Dr. Colin Harris, who is a professor of religion at Mercer University, has written a very perceptive article that appeared at EthicsDaily.com titled, When Good People Happen to Bad Things (a twist on Rabbi Kushner's book, "When Bad Things Happen to Good People"). I encourage you to read the article, but here are a few excerpts:
"Humility, of course, counsels us all not to claim absolute truth or goodness for any of our partial understandings, but it is disconcerting when people who epitomize compassion and generosity on so many levels align themselves with positions and policies that seem to contradict their basic commitments."
"When good people allow themselves to be drawn into narratives that feature and depend on ‘bad things' (prejudice, fear, greed, Islamophobia, homophobia and the many other forms of ‘other-phobia'), those ‘bad things' gain a credibility they would not otherwise have that increases their toxicity in a society."
"The silence and tacit acceptance by good people of bad things in their subtle disguises provides more fuel for their destructive work than do their outright advocates."
Dr. Harris reminds us that when we go along with systems, organizations, policies, etc. that run counter to the kingdom of God, we are complicit in the injustice of those systems and policies.
Consider immigration reform. As disciples of Jesus, our first response should be to consider what sort of policy is most in harmony with the inclusive, grace-filled vision of God's kingdom as embodied and taught by Jesus. If we simply go along with whatever position our political party embraces, without critique and question, we are participants in the injustice such policy perpetrates.
Our discipleship to Jesus should make us advocates of social justice issues, policies, principles, etc. that favor the common good without regard to political party. As a disciple of Jesus, I can without hesitation (based on Christ's vision and teaching) declare that the drone strikes in Pakistan endorsed by our present Administration are morally wrong. In like manner, I can also without hesitation (as a disciple of Jesus) declare the economic plan and federal budget championed by the opposing political party to be morally wrong.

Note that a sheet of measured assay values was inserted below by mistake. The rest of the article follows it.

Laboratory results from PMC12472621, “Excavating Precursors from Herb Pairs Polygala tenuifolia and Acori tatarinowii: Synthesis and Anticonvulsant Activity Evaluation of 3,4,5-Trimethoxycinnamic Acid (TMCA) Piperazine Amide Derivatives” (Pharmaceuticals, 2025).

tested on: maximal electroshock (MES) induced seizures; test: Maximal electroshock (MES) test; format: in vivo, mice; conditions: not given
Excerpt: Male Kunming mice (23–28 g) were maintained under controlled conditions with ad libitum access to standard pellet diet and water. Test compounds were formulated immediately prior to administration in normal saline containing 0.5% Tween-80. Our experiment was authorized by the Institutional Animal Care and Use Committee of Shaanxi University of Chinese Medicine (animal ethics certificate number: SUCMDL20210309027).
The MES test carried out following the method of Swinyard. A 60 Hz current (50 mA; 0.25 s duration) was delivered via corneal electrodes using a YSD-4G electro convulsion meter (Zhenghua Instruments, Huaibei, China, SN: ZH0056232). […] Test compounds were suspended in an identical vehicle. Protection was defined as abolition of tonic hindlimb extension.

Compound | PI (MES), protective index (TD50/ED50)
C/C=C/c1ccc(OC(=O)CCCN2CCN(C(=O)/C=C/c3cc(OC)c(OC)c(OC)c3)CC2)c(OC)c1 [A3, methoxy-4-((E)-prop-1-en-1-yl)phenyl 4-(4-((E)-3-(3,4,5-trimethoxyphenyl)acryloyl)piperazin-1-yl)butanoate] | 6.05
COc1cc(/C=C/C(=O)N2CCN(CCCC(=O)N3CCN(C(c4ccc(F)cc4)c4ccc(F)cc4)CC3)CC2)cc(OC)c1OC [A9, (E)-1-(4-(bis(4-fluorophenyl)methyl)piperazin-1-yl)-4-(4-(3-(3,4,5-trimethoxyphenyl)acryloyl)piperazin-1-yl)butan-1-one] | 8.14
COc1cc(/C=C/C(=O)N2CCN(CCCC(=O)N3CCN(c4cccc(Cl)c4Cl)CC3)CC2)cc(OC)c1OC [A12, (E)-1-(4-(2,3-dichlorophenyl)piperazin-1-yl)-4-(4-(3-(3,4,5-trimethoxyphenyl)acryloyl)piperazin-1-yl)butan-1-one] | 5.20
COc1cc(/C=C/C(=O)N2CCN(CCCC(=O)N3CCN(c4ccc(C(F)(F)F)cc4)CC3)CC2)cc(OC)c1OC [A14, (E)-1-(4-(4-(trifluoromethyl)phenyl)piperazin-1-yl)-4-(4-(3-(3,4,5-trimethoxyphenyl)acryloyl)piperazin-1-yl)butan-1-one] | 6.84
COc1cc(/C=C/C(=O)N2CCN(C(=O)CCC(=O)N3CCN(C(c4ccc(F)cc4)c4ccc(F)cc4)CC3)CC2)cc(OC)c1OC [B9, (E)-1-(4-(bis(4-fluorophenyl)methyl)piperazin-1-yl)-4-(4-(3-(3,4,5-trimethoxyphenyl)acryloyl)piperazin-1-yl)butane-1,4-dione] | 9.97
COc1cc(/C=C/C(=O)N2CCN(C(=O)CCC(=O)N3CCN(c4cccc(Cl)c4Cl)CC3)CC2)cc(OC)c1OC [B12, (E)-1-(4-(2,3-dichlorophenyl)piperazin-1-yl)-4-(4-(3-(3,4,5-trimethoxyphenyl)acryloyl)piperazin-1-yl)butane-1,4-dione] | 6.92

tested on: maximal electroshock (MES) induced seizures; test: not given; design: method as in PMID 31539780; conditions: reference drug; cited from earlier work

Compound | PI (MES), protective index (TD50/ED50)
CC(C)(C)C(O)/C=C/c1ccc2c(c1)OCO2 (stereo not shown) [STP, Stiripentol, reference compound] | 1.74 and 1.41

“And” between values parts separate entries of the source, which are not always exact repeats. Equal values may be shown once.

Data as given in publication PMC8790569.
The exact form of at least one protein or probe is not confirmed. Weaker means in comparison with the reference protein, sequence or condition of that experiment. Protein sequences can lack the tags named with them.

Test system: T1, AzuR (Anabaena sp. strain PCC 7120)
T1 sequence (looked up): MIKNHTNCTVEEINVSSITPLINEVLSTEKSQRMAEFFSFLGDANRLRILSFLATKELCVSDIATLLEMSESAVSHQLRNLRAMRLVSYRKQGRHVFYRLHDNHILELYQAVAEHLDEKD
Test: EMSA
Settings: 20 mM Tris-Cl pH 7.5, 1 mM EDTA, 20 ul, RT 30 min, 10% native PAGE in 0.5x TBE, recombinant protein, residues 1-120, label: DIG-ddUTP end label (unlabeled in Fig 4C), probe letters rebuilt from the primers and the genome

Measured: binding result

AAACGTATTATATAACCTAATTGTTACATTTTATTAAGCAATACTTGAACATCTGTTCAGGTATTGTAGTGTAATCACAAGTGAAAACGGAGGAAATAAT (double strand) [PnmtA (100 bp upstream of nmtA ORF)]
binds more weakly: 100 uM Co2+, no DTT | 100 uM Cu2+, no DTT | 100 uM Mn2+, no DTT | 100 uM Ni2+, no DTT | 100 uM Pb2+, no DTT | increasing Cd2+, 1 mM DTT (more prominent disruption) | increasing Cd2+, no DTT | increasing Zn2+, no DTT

Our commitment to a larger vision and story, God's kingdom on earth, must take precedence over all other group loyalties and commitments. If not, then we are only nominal Christians who do not take seriously the privilege and responsibility of discipleship.
I must remind myself of this frequently, for I find it no easy task (as a disciple of Jesus and especially as a pastor) living with the tension of being both priest and prophet (engaging in both priestly and prophetic work). In Israel, there was always some uneasiness between priests and prophets. Priests functioned within the established forms of religion, while the prophets ministered out on the edges and in the margins.
Churches need to maintain this balance. Too often faith communities get bogged down in priestly concerns almost to the exclusion of social/prophetic concerns. Think of how much energy has gone into forms and methods of church worship without any discussion at all taking place about just and compassionate immigration policy, health care for the poor, strategies for peacemaking, etc.
As disciples of Jesus, all our personal interests and group identities/loyalties pervaded by conventional wisdom must come under the scrutiny and discernment of our allegiance to the counter-cultural wisdom and vision embodied by Jesus.